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Pakistan: champions of the unexpected

About Pakistan's triumph in the Champions Trophy, two things can be said for certain. The first is that now we've seen it all. The other is that we have seen it all before, over and over.

Let me take you back to, well, any year since Partition, really, but we'll say 1992. It was the World Cup, the first in the Antipodes. No one rated Pakistan. They lost their first game to the West Indies by 10 wickets, and when they were bowled out by England for 74 in Adelaide, they were as good as out of the tournament. Then rain intervened, and Pakistan suddenly got up a gallop, and beat the only unbeaten team in the tournament, New Zealand, in their own backyard, and immediately did it again in a semi.

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Pakistan thrash India in Champions Trophy shock

Pakistan defies the odds to overwhelm arch-rival India by 180 runs and pull off a major upset in the Champions Trophy final at The Oval in London.

Irresistible now, Pakistan rolled over favourites England in the final at the MCG, leaving the English without a 50-over trophy that anyone would remember.

But wait, there's more. The semi was won by an unknown batsman, new to the team, whose style was scarcely MCC manual, but whose hits stayed hit. For Inzamam Ul Haq, read Fakhar Zaman. The final was won in a withering burst by a left-arm quick with hints of both genius and skulduggery about him. For Wasim Akram, read Mohammad Amir.

Lay the rest of the template of 2017 over 1992 and behold. Eighth and lowest-ranked team, behind even Bangladesh, squeaking into the tournament with a qualifying win over Zimbabwe. Thrashed in their first game, by India, the team they wanted to beat more than any other and so never could when it mattered. Scramble into the semi-finals and then beat unbeaten England, leaving them still without a 50-over trophy that anyone could remember.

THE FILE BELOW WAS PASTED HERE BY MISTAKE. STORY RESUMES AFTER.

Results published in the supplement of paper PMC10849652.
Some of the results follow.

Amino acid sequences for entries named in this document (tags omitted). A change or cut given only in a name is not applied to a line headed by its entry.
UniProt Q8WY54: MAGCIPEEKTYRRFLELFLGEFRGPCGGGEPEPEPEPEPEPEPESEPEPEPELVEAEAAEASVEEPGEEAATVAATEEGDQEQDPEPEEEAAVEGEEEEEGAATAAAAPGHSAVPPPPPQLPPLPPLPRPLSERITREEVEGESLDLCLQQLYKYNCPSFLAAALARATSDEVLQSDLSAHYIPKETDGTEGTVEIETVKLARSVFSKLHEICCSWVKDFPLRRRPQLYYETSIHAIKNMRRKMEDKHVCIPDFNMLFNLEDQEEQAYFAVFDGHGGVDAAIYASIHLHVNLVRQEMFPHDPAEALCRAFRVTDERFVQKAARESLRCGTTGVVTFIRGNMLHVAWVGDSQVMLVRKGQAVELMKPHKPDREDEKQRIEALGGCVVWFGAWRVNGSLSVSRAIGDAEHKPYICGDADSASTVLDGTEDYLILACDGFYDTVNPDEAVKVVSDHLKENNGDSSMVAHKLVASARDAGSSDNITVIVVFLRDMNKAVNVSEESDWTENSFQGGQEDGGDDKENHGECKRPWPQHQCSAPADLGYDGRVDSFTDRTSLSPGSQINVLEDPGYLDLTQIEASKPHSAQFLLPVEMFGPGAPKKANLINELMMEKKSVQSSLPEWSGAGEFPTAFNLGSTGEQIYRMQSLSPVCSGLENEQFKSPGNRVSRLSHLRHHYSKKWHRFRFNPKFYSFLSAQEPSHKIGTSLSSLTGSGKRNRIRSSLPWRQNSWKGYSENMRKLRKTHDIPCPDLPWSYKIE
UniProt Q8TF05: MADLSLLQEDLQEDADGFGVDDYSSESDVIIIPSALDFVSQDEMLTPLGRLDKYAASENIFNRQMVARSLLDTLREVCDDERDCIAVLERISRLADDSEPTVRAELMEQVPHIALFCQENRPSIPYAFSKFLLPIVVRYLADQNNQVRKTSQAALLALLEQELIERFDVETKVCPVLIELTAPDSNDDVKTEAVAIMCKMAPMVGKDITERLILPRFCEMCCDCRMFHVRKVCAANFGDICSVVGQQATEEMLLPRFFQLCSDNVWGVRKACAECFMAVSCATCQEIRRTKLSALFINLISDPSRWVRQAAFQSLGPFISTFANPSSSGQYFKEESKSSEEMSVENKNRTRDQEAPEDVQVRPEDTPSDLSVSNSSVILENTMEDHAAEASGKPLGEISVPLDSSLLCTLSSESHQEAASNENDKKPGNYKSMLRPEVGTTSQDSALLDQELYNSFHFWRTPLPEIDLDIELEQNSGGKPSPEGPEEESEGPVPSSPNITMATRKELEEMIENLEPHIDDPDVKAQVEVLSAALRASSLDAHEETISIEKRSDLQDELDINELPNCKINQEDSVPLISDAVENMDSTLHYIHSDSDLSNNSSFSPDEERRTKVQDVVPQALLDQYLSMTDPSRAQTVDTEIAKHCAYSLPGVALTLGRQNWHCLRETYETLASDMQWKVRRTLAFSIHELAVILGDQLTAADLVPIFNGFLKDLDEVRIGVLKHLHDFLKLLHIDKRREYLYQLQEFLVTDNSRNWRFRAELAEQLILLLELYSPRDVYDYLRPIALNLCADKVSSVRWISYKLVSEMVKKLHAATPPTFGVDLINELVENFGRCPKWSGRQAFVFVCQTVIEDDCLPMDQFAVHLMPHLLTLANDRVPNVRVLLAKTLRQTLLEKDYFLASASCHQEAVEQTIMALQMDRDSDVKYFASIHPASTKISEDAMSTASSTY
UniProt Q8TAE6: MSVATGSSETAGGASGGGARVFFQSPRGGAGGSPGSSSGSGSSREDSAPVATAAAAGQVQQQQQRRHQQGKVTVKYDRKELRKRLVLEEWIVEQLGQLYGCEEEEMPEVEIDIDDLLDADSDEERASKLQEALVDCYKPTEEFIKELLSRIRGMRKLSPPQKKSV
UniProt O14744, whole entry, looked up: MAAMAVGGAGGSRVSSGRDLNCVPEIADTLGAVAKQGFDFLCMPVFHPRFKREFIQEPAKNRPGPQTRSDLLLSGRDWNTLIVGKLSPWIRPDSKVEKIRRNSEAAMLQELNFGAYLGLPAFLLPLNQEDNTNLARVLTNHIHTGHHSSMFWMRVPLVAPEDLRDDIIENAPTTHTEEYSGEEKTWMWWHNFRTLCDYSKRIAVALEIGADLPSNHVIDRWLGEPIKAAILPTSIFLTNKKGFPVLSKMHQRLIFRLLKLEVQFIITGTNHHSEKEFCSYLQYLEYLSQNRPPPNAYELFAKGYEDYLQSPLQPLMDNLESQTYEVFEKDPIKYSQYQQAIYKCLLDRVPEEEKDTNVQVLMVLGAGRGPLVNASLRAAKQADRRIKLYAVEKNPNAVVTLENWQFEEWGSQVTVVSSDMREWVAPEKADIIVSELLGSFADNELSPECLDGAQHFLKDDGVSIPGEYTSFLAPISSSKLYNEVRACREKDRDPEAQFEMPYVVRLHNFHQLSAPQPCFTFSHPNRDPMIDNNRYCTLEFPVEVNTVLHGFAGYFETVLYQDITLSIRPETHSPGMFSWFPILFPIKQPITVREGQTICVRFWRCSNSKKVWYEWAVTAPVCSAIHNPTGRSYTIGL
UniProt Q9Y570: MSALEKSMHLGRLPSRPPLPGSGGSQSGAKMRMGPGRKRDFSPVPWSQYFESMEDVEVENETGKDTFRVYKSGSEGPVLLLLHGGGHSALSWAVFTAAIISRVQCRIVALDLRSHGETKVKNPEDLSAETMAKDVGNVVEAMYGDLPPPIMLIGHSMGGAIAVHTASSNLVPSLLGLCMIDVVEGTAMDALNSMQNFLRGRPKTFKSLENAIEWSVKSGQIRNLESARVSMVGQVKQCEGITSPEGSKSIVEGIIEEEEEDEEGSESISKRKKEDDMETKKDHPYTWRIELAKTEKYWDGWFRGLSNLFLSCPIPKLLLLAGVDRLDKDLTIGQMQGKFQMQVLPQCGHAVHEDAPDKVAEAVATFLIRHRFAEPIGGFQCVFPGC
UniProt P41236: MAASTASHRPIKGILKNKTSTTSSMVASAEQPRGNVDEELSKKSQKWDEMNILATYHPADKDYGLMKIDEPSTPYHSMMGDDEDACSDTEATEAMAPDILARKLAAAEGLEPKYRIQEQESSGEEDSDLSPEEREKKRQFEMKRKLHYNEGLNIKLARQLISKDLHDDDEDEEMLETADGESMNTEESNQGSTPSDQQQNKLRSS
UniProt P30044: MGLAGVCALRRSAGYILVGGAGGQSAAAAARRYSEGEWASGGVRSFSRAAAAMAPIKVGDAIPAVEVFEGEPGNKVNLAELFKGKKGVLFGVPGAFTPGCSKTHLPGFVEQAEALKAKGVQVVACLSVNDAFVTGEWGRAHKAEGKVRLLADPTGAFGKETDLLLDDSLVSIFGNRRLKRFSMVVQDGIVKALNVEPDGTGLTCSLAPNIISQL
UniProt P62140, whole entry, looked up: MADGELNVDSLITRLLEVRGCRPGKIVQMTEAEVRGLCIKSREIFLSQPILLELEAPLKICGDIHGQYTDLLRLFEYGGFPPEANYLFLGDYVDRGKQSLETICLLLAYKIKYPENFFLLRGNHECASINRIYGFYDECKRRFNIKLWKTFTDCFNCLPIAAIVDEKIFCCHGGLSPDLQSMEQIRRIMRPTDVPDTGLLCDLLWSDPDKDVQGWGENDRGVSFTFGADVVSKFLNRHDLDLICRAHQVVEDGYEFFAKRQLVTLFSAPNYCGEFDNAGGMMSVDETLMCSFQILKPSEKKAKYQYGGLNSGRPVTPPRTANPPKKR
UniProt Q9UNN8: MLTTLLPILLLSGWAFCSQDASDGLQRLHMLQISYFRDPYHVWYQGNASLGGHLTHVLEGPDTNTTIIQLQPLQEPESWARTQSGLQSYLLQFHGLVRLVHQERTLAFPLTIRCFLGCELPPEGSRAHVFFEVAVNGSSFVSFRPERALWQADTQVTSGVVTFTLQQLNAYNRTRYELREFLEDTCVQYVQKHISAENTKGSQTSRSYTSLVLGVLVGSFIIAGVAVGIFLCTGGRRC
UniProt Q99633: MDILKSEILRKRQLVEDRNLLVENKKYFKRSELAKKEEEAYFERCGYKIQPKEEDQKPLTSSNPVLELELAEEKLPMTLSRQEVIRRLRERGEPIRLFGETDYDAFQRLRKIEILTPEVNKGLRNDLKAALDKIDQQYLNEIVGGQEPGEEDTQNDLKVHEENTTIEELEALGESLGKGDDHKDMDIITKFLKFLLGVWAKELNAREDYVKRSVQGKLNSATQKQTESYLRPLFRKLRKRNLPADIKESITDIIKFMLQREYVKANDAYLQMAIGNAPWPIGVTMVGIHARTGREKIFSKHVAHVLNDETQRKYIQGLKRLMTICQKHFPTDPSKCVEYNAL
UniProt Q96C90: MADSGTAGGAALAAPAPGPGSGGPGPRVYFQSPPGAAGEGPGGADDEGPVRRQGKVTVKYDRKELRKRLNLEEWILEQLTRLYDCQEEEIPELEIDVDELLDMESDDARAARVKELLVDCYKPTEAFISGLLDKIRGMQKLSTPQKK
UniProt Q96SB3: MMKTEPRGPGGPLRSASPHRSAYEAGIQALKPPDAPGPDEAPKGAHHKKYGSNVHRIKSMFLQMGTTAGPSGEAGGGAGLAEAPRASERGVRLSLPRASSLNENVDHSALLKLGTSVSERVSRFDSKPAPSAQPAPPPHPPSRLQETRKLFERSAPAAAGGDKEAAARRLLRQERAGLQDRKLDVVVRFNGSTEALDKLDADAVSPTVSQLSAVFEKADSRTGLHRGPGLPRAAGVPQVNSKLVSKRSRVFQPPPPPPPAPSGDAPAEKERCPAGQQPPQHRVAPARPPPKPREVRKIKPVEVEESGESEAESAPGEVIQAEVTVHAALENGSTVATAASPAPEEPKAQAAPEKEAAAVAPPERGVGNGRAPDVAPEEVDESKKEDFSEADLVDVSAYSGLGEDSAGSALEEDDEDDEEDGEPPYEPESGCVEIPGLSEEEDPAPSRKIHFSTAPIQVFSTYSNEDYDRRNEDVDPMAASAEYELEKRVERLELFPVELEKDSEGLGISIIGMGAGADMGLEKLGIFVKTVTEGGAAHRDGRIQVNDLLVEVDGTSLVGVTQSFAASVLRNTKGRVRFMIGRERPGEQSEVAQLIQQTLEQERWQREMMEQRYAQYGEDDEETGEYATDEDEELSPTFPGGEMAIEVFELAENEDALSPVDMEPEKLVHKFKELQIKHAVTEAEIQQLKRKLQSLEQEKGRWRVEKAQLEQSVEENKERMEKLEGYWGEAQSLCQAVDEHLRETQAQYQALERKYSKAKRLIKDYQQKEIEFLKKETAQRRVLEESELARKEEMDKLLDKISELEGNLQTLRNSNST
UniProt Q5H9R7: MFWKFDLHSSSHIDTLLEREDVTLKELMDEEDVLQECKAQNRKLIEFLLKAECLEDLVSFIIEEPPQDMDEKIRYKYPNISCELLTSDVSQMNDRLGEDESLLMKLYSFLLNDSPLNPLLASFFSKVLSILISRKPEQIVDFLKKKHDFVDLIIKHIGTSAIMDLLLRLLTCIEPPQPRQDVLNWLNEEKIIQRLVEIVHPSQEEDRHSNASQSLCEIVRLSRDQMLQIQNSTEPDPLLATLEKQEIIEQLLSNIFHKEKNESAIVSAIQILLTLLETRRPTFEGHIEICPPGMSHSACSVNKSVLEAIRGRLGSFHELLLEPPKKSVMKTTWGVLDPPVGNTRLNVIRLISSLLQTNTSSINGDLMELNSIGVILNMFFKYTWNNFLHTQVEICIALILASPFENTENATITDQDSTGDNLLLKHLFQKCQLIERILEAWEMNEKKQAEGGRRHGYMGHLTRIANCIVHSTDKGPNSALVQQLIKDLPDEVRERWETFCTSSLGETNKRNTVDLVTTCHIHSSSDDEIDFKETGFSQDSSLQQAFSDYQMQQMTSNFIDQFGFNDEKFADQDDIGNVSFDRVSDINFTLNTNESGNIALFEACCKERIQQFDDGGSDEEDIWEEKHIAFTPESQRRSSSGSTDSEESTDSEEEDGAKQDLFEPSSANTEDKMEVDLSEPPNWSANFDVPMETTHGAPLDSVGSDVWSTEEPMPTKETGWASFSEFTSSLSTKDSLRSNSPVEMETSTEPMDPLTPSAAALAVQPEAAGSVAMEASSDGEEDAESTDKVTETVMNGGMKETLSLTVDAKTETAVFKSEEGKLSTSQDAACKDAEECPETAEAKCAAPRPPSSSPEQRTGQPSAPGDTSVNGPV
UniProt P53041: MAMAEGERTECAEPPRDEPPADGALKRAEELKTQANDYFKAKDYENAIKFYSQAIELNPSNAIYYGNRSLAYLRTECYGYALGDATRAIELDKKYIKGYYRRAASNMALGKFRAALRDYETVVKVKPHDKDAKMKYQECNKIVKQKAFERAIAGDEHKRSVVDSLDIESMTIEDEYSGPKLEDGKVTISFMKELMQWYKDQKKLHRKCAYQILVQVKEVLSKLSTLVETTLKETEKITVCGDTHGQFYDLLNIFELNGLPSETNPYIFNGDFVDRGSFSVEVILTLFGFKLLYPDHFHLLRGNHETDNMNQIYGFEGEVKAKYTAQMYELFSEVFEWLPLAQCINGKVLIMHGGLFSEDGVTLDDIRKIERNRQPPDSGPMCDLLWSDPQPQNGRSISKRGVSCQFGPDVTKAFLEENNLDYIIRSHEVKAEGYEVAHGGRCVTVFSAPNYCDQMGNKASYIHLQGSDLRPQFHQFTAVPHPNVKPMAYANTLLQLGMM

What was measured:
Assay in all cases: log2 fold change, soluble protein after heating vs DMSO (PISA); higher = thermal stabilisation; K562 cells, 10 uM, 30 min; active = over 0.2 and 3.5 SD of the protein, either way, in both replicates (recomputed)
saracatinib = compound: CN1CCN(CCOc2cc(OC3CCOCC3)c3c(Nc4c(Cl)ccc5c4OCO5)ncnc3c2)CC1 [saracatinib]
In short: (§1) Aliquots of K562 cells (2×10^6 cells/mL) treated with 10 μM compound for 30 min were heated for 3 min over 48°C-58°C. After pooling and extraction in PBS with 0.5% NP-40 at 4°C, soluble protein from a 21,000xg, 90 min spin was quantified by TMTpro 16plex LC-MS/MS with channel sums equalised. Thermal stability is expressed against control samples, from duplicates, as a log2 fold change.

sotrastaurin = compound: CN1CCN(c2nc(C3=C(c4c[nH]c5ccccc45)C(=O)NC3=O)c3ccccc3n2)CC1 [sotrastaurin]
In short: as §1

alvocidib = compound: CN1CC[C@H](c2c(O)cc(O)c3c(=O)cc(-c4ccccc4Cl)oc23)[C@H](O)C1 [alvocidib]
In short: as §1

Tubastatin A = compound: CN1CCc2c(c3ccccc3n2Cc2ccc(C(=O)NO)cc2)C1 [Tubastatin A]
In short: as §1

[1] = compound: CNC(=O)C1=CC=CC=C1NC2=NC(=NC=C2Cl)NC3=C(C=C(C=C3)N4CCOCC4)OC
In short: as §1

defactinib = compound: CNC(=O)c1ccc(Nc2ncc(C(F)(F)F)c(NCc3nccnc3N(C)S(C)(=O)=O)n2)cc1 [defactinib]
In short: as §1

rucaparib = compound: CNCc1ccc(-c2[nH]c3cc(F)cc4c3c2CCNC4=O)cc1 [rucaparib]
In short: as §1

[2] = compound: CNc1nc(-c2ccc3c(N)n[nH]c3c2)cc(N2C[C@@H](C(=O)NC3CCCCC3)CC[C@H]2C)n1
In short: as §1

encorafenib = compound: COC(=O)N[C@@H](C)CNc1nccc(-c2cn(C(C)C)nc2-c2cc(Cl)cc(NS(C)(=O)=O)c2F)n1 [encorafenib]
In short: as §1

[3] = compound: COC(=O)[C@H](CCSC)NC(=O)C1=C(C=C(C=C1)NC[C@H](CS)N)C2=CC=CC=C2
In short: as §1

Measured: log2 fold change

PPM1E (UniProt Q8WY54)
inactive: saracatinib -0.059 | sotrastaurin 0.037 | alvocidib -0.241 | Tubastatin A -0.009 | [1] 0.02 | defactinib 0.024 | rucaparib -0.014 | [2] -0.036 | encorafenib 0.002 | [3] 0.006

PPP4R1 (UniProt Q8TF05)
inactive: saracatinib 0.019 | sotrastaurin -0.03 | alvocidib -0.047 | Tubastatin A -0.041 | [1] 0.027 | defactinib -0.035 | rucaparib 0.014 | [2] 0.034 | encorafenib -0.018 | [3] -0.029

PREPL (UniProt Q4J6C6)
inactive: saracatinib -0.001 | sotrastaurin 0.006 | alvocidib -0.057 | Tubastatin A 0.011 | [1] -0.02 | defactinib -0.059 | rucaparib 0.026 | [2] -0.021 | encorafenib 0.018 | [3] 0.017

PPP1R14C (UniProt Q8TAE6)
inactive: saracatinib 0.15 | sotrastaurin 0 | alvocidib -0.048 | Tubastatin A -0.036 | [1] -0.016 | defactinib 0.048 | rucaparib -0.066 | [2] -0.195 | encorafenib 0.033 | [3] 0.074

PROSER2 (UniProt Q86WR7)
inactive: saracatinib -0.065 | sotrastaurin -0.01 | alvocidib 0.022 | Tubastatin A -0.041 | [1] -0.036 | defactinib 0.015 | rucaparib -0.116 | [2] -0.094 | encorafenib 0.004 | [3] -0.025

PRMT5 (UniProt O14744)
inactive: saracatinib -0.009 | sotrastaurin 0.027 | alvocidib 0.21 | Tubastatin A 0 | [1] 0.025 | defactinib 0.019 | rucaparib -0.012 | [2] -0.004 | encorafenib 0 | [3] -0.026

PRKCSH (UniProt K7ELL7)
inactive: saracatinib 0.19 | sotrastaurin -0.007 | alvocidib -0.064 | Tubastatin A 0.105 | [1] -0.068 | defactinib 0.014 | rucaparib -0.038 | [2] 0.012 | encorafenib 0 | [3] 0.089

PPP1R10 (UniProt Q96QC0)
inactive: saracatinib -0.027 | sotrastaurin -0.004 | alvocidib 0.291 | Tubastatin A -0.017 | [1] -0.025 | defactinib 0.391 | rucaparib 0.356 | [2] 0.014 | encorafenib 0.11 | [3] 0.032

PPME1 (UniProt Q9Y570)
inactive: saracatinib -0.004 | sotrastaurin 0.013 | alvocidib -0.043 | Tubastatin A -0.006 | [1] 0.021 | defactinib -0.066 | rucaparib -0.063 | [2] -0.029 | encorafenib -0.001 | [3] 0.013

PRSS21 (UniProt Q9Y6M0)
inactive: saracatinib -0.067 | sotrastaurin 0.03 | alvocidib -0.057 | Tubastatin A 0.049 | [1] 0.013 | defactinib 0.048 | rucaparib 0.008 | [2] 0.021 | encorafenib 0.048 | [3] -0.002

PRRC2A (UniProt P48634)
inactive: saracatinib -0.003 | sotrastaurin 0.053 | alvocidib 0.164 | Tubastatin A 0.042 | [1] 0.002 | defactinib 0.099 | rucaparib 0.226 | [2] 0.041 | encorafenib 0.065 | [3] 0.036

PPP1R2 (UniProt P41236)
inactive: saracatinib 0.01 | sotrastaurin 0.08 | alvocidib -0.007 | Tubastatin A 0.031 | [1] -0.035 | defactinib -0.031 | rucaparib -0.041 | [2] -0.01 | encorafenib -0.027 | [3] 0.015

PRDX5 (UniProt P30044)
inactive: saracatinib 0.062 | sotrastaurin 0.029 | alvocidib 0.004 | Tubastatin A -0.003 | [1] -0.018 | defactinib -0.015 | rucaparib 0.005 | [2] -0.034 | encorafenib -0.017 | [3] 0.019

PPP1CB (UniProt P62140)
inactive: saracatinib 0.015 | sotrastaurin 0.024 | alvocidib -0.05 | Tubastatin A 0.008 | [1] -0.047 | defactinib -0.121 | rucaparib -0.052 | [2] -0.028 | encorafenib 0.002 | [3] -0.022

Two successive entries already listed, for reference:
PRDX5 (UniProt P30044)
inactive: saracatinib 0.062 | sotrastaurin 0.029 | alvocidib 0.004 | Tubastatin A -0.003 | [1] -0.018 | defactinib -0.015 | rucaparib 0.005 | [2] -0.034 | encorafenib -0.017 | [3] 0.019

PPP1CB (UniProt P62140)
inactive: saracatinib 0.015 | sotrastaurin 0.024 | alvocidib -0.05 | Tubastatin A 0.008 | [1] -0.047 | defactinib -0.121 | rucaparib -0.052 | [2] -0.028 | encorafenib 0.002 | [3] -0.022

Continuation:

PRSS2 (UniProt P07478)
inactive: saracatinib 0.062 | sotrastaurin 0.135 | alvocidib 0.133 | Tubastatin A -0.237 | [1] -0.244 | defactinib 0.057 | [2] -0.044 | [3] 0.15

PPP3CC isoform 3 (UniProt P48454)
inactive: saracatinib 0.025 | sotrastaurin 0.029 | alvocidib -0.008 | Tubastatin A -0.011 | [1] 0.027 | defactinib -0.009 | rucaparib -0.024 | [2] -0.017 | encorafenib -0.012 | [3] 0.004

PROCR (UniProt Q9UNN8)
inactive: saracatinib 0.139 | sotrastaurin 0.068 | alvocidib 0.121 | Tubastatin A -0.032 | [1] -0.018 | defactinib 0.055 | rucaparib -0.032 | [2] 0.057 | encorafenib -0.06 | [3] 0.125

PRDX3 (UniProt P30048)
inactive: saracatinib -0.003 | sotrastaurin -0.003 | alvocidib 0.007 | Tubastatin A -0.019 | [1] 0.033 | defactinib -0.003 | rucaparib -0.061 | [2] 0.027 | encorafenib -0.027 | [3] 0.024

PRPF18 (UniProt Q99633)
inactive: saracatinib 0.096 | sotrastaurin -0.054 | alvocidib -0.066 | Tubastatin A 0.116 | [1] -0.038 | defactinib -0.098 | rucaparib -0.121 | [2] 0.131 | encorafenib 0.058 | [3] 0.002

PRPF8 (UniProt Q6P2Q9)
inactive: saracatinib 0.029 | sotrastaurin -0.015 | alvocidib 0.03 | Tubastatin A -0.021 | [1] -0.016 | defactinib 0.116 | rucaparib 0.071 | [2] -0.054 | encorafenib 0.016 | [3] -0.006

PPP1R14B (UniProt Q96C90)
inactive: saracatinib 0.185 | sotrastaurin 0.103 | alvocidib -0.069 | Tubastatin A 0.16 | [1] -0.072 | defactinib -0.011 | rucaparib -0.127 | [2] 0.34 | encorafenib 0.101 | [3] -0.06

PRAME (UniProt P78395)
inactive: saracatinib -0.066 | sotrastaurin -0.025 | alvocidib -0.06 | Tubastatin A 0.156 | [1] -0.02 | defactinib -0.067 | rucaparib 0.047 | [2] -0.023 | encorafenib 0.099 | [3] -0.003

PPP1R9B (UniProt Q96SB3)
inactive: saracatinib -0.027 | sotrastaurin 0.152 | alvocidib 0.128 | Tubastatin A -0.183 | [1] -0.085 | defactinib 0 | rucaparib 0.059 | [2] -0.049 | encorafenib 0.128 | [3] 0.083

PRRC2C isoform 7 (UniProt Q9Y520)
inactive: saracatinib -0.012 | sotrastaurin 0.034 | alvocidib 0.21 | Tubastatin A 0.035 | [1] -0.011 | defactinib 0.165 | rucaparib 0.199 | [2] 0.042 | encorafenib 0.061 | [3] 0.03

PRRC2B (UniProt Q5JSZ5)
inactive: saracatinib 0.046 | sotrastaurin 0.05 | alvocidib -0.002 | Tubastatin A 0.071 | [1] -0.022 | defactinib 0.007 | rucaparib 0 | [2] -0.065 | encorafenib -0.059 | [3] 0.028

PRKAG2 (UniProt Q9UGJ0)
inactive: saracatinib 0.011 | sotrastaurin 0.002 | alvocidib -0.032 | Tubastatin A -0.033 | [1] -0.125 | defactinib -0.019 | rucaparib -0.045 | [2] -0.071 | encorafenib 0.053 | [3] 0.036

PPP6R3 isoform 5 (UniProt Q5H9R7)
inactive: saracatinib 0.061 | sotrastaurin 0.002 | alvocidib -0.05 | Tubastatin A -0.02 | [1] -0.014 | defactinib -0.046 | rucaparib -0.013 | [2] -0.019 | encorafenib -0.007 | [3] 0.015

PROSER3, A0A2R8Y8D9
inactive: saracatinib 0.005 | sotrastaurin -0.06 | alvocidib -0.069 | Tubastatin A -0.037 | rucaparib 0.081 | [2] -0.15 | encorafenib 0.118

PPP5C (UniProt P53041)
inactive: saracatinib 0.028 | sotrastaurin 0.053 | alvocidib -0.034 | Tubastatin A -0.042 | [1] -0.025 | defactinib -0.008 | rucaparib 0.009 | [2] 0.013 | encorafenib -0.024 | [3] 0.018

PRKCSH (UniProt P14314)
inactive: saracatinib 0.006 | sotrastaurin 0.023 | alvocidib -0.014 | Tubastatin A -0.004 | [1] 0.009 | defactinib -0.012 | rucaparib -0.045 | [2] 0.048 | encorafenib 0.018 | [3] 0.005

As for the final, then and now, the received wisdom was that only one team was cut out to cope with the big stage. That wisdom was returned to sender. Then, Pakistan demolished England. Now, they broke India's spell. Smashed it. Two balls stood for almost all that Pakistan bowled and faced in the tournament. The first, from Amir to Virat Kohli, was dropped at slip, a sitter. The next was caught at backward point. About Pakistan, you never know what it is coming next, but it is coming fast.

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There have been many other such Pakistan moments down the years. They come in all shapes and sizes. One misty morning in Lahore, Steve Waugh walked off a practice bat shaking his head and wondering  why the net bowler he had just faced, a leg-spinner, was not in the Pakistan Test team. It is not certain that he ever played even first-class cricket.

Official selection policy then and for years afterwards consisted of whoever caught Imran Khan's fancy while netting. Sometimes it was a glorious batsman, sometimes a spinner who could turn the ball inside out. He might be 16 and he might be 36; no one really knew.

Pakistani cricket never has been famous for its strategy, organisation or cohesion. There always has been about it a blitheness unlike any other. When it doesn't work, it can be embarrassing, and sometimes even actionable. When it does, it is world-beating. Even now that the boffins and their laptops and their spreadsheets have come, there is still a sense that the animus of Pakistan cricket will not  be found among them.

Pakistan is the place of elsewhere. The country is politically alone, near to a pariah state. The cricket team has been in self-exile for eight years. How would Australia fare if they had to play permanently out of Otago? They're struggling to keep their act together playing out of Australia. Arguably, Pakistan have under-achieved over the years. But what would represent achievement for a team of vagrants and itinerants? Pakistan have turned their weakness into a strength.

The Champions trophy might not be the most glittering jewel in cricket's crown, but India and England were hell-bent on winning it, and so were Australia.

Pakistan beat them all to it. When least likely, logical or expected, when almost out of sight and mind, when having little by way of form, personnel or track record to recommend them, when playing  as a kind of wild card, Pakistan tends to do that.